Thursday, May 7, 2020

Spring Reading. . . .Mystery to Memoir to Anti-Racism, Istanbul to New York City. . .

After reading Jesmyn Ward's Salvage the Bones and Ali Smith's Spring last month, both wonderful, even important, books. . . but emotionally and mentally demanding. . . I enjoyed the palate-cleansers noted in the photo above: Mick Herron's London Rules and Cara Hunter's Close to Home.  I can't explain why mysteries (and sometimes thrillers -- Herron's "Slough House" series is more thriller, than mystery, and I've loved every one!) are my escape genre of choice. . . .

But palate cleansed, I was ready for something a bit more complex in taste and texture, and Siri Hustvedt's What I Loved was on top of the To Be Read pile, waiting patiently since I'd picked it up at Powell's Books in Portland back in January. . .


So, so much I loved about this book, and I could reread it tomorrow happily. I posted on Instagram that I was reading it and got several comments from other readers who had read it, loved it, and remembered it well long after.

Highly recommended. . . . Also recommended, for very different reasons, is Ibram X Kendi's How To Be An Anti-Racist.  The title might suggest a polemic; to me it signals instead the book's directness and practicality -- and the "how-to" book reference also suggests an engaging self-reflexivity and humour and humanity, and even a sense of "hope against hope" combined with a "we're all in this together; can we roll up our sleeves and get to it." I've been reading this out loud to my husband as he cooks dinner over the last few weeks and I'm surprised how galvanizing it's been for him. As an academic working in the humanities, much of what Kendi says is familiar to me, although he's opened my eyes and offered new lenses to me as well. For Paul, I'd say some of the way Kendi frames the distinction between racism and anti-racism is close to transformational.



And then Jesmyn Ward's Men We Reaped.  She was another writer we were to have heard her speak at University of British Columbia's Chan Centre in early March. . . and then Covid-19. . . .Since then, I've read two of her novels and this honest, painful, determined memoir. . . .such an important voice.  She tells tough truths about our world, about racism and its effects in America, but she will also reward the reader's willingness to witness truth by offering complex, fully human characters and engaging narratives and well-observed settings, the ugliness of poverty peeled back to reveal beauties in landscapes we tend not to see.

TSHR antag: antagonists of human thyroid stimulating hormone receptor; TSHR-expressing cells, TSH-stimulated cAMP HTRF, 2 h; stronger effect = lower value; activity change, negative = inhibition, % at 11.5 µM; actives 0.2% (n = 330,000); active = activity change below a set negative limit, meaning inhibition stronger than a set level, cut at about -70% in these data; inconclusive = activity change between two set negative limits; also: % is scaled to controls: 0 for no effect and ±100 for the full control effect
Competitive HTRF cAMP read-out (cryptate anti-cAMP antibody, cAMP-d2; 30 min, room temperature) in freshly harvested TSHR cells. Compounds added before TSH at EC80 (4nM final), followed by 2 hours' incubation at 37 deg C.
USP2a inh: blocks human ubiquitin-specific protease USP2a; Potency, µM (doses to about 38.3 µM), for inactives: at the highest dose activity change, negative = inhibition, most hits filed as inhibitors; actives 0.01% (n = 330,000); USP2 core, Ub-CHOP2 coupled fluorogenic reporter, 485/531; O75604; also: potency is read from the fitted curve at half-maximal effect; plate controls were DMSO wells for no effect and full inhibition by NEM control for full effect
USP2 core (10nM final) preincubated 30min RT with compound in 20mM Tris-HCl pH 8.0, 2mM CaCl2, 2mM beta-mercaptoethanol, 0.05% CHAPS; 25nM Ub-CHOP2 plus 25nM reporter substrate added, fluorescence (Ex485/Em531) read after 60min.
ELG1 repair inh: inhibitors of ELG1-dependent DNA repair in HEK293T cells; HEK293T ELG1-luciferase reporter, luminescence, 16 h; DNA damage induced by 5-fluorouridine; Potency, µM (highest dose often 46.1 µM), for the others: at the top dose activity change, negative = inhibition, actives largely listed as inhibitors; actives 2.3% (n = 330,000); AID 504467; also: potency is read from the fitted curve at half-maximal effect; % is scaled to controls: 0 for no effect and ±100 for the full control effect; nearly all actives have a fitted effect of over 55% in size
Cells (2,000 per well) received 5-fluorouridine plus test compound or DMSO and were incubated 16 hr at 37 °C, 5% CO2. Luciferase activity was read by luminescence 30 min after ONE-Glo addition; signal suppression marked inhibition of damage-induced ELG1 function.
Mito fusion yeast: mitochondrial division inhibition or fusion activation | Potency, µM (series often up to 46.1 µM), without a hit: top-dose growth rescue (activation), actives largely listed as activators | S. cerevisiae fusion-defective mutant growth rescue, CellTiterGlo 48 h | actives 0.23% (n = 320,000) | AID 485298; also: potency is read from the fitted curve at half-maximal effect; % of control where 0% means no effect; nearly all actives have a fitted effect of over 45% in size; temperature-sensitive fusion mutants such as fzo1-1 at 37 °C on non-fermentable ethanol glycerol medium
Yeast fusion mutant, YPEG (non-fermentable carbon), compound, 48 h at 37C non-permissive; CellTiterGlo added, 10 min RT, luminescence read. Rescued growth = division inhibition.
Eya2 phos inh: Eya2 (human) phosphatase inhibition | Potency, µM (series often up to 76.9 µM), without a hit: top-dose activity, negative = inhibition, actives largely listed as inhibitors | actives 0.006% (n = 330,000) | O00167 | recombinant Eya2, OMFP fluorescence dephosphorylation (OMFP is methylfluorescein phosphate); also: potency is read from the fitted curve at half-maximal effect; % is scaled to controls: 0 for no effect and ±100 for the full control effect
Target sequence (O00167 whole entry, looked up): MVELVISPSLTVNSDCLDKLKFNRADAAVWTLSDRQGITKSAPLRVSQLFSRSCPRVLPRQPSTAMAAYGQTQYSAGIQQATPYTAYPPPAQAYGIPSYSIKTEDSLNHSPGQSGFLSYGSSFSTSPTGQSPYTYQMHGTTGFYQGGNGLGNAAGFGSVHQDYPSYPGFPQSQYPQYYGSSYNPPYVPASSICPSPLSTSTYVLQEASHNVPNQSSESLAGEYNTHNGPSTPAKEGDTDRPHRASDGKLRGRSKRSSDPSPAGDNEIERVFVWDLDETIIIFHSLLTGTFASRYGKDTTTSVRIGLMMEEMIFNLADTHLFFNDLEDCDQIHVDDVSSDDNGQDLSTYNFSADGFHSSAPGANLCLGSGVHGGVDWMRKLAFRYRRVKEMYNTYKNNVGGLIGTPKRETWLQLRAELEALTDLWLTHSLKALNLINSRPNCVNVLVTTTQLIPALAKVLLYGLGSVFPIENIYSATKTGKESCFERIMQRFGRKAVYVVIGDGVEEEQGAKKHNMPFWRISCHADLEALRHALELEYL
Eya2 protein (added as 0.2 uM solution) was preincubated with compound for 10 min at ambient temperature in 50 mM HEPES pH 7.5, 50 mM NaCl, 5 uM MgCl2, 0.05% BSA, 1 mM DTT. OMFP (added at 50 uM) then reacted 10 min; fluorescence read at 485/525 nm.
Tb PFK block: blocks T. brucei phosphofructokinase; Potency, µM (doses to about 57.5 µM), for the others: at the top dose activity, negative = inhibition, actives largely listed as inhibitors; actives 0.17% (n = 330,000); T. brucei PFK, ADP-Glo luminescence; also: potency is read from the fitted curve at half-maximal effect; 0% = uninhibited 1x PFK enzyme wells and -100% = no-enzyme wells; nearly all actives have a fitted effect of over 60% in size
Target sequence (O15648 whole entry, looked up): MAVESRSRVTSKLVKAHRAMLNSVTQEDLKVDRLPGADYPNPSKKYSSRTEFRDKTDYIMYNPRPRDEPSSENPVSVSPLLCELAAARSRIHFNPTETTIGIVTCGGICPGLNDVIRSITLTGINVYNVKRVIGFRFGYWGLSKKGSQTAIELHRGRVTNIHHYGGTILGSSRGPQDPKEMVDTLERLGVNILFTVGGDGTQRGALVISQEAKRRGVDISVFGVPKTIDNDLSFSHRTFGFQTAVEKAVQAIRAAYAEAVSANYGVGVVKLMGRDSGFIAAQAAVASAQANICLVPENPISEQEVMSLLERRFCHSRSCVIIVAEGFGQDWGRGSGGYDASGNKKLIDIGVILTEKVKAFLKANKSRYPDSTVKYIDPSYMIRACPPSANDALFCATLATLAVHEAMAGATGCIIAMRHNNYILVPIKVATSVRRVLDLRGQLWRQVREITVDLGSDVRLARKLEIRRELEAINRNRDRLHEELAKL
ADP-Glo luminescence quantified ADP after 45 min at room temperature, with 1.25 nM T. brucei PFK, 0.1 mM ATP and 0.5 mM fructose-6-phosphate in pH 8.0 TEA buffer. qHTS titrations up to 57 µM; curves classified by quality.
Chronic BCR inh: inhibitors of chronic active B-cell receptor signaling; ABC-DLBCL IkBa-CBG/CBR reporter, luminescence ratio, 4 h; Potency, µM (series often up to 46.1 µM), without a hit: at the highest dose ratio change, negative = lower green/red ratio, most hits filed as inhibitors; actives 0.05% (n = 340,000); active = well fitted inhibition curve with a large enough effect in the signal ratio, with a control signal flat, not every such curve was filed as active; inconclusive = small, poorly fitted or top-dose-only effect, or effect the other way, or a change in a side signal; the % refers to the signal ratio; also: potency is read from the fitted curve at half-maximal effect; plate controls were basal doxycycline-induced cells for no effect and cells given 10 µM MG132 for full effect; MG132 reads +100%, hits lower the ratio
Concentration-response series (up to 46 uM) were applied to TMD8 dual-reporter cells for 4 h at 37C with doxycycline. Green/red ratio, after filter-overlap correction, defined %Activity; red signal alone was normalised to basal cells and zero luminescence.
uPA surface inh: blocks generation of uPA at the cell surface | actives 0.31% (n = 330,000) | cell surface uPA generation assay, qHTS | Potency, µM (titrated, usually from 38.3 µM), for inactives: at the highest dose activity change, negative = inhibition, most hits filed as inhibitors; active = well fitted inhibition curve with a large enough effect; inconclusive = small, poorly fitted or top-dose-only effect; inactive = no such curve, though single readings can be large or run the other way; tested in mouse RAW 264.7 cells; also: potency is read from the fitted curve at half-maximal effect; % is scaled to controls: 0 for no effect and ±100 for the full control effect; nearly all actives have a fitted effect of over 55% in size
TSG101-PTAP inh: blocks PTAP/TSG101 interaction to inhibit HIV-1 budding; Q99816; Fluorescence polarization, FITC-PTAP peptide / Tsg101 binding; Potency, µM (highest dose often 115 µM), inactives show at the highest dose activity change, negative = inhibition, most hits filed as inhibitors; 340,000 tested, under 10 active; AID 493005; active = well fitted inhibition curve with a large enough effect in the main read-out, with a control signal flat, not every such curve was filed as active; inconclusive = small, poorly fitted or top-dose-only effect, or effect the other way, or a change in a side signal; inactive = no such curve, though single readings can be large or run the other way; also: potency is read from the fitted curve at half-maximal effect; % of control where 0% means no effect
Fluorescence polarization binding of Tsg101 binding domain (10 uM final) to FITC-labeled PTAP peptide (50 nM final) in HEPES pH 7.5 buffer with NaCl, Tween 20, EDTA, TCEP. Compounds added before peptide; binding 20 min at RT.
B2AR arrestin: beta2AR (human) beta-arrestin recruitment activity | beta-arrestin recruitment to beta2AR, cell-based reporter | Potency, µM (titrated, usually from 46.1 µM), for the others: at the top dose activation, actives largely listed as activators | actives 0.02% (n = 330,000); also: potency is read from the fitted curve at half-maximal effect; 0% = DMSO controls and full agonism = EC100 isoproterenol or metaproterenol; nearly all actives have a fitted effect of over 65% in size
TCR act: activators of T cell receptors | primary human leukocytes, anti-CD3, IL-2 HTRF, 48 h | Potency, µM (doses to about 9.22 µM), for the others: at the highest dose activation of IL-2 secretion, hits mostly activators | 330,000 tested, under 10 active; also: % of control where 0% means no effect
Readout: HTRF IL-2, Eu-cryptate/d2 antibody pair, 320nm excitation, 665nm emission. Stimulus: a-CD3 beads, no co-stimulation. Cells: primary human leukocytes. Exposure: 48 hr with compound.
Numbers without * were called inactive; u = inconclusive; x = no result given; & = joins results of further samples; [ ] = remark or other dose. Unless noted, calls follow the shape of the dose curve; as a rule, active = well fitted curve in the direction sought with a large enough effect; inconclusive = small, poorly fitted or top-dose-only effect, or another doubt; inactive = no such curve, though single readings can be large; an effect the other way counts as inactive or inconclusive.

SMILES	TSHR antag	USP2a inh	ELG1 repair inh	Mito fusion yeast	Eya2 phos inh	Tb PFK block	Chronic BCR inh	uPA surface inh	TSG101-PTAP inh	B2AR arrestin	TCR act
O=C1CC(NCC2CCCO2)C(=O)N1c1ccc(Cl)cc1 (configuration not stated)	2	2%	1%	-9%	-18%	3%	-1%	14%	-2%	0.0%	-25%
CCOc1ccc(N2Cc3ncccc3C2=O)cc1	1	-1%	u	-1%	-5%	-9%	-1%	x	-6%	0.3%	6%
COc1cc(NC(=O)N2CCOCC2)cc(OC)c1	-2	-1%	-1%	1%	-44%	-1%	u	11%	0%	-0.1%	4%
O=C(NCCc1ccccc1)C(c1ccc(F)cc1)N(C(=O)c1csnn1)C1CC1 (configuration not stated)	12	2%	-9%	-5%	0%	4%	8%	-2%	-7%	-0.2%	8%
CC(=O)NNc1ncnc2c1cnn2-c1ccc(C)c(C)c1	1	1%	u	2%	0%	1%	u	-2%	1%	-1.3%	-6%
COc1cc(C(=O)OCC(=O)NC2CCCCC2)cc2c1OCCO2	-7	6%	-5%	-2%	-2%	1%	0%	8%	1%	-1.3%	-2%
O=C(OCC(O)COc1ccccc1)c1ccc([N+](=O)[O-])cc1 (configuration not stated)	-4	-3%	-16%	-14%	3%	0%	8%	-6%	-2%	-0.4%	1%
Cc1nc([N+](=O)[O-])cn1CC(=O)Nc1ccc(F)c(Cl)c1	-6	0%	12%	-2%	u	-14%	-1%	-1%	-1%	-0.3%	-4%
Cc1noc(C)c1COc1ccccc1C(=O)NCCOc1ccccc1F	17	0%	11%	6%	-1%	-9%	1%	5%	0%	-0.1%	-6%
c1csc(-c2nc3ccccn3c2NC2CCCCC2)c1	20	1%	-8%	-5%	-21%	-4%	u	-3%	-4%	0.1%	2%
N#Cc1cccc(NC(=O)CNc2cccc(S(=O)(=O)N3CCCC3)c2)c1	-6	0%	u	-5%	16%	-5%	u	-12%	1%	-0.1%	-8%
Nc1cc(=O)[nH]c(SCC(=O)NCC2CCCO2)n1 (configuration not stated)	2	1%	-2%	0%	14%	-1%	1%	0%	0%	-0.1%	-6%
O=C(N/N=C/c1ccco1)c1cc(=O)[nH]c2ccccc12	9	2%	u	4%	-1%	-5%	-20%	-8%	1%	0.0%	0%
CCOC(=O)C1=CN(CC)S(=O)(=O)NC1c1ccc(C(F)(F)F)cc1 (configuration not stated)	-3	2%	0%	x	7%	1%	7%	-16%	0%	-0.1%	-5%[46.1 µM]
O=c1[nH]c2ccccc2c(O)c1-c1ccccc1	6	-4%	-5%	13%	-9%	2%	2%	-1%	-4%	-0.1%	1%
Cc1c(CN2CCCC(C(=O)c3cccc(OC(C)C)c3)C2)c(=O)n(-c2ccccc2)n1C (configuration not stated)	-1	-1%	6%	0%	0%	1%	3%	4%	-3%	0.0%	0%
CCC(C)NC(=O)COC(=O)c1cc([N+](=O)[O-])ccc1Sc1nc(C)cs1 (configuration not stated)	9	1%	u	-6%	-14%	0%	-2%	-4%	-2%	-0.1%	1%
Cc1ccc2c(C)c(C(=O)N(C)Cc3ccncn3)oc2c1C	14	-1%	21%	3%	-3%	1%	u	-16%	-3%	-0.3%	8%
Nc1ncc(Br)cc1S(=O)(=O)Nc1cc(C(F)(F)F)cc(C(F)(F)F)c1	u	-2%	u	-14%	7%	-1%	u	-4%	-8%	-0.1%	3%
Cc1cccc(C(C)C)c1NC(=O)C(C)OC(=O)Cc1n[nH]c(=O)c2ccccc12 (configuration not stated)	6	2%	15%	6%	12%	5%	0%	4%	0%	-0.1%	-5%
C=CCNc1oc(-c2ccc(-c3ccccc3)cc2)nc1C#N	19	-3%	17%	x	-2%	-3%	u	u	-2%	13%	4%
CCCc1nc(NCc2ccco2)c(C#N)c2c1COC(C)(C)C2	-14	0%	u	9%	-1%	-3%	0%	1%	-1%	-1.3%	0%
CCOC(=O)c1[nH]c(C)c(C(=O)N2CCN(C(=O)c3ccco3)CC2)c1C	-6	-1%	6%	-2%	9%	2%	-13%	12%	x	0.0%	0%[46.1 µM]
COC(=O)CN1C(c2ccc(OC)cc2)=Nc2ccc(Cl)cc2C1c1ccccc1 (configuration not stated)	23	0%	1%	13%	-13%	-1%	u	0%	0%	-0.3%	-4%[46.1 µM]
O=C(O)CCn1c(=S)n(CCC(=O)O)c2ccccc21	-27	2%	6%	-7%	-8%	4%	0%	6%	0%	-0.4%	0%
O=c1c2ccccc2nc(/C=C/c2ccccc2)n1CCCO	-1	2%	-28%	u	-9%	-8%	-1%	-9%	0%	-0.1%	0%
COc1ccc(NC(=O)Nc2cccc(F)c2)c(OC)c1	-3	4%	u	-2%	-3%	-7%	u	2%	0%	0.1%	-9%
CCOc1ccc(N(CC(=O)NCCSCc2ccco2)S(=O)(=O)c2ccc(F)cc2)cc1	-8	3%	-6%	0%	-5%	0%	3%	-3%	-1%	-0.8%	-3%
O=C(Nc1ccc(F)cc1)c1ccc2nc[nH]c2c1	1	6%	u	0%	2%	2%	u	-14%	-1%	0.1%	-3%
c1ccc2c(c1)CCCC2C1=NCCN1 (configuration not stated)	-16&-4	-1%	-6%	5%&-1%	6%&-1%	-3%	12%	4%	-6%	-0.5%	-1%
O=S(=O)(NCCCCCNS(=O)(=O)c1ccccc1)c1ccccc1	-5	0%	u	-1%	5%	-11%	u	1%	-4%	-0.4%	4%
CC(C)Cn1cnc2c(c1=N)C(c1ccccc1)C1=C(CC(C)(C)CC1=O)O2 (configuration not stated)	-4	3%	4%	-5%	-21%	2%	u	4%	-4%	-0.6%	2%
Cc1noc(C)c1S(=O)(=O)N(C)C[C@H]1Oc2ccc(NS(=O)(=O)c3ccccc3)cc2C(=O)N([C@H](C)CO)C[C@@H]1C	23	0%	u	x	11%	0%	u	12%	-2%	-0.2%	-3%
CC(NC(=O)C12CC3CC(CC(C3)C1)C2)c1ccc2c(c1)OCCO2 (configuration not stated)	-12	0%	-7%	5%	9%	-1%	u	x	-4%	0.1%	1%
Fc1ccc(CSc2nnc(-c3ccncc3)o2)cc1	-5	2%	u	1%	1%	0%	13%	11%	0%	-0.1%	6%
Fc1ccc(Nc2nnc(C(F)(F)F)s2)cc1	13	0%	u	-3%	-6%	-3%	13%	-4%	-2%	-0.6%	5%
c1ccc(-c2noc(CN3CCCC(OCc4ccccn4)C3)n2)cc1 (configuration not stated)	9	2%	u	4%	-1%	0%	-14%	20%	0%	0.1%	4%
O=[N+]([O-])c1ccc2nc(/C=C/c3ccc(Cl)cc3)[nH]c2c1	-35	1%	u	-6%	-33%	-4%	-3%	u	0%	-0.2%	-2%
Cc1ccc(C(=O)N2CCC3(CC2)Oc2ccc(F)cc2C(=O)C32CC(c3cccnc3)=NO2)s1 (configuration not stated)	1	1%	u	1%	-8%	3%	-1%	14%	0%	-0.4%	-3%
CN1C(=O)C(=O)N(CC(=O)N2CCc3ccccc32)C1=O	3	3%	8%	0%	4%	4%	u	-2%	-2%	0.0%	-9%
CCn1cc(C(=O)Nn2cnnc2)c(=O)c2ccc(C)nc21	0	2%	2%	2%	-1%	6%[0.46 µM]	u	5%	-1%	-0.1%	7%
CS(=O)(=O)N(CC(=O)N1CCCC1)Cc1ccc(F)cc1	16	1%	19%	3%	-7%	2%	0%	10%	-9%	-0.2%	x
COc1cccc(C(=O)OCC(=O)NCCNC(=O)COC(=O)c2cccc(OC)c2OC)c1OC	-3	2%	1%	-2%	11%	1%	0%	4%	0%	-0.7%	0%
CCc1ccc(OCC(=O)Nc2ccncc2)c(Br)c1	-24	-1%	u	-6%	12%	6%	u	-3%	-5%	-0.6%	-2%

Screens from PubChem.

So yes, Also recommended.

And Elif Shafak's The Bastard of Istanbul (which I photographed for Instagram against the background of a sweater I'm knitting -- because Look at those coordinated colours!
I discovered Elif Shafak through someone in this circle who was reading Ten Minutes and Thirty-Eight Seconds in This Strange World , I think -- Dottoressa, was it you? Or Mardel? Both of you?
I knew so little about Turkey/Istanbul before that novel, although I knew that its politics have become increasingly intolerable and that Shafak has been very brave in writing as she does. Despite its tragic premise (a prostitute has been beaten and left to die, but remembers her life in the 10 minutes, 38 seconds that her brain functions after her heart stops beating) hat novel introduced me to a lively city and culture, to wonderfully entertaining and likeable characters, and to a range of humour and of sadness and horror and despair and joy. . . . all wrapped in vivid, energetic prose. I wanted more. . . .

So picked up a couple of novels back in January, that same visit to Powell's Books. The Bastard of Istanbul was written about fifteen years ago in a different political landscape than now, but still restrictive enough that Shafak was charged with "denigrating Turkishness."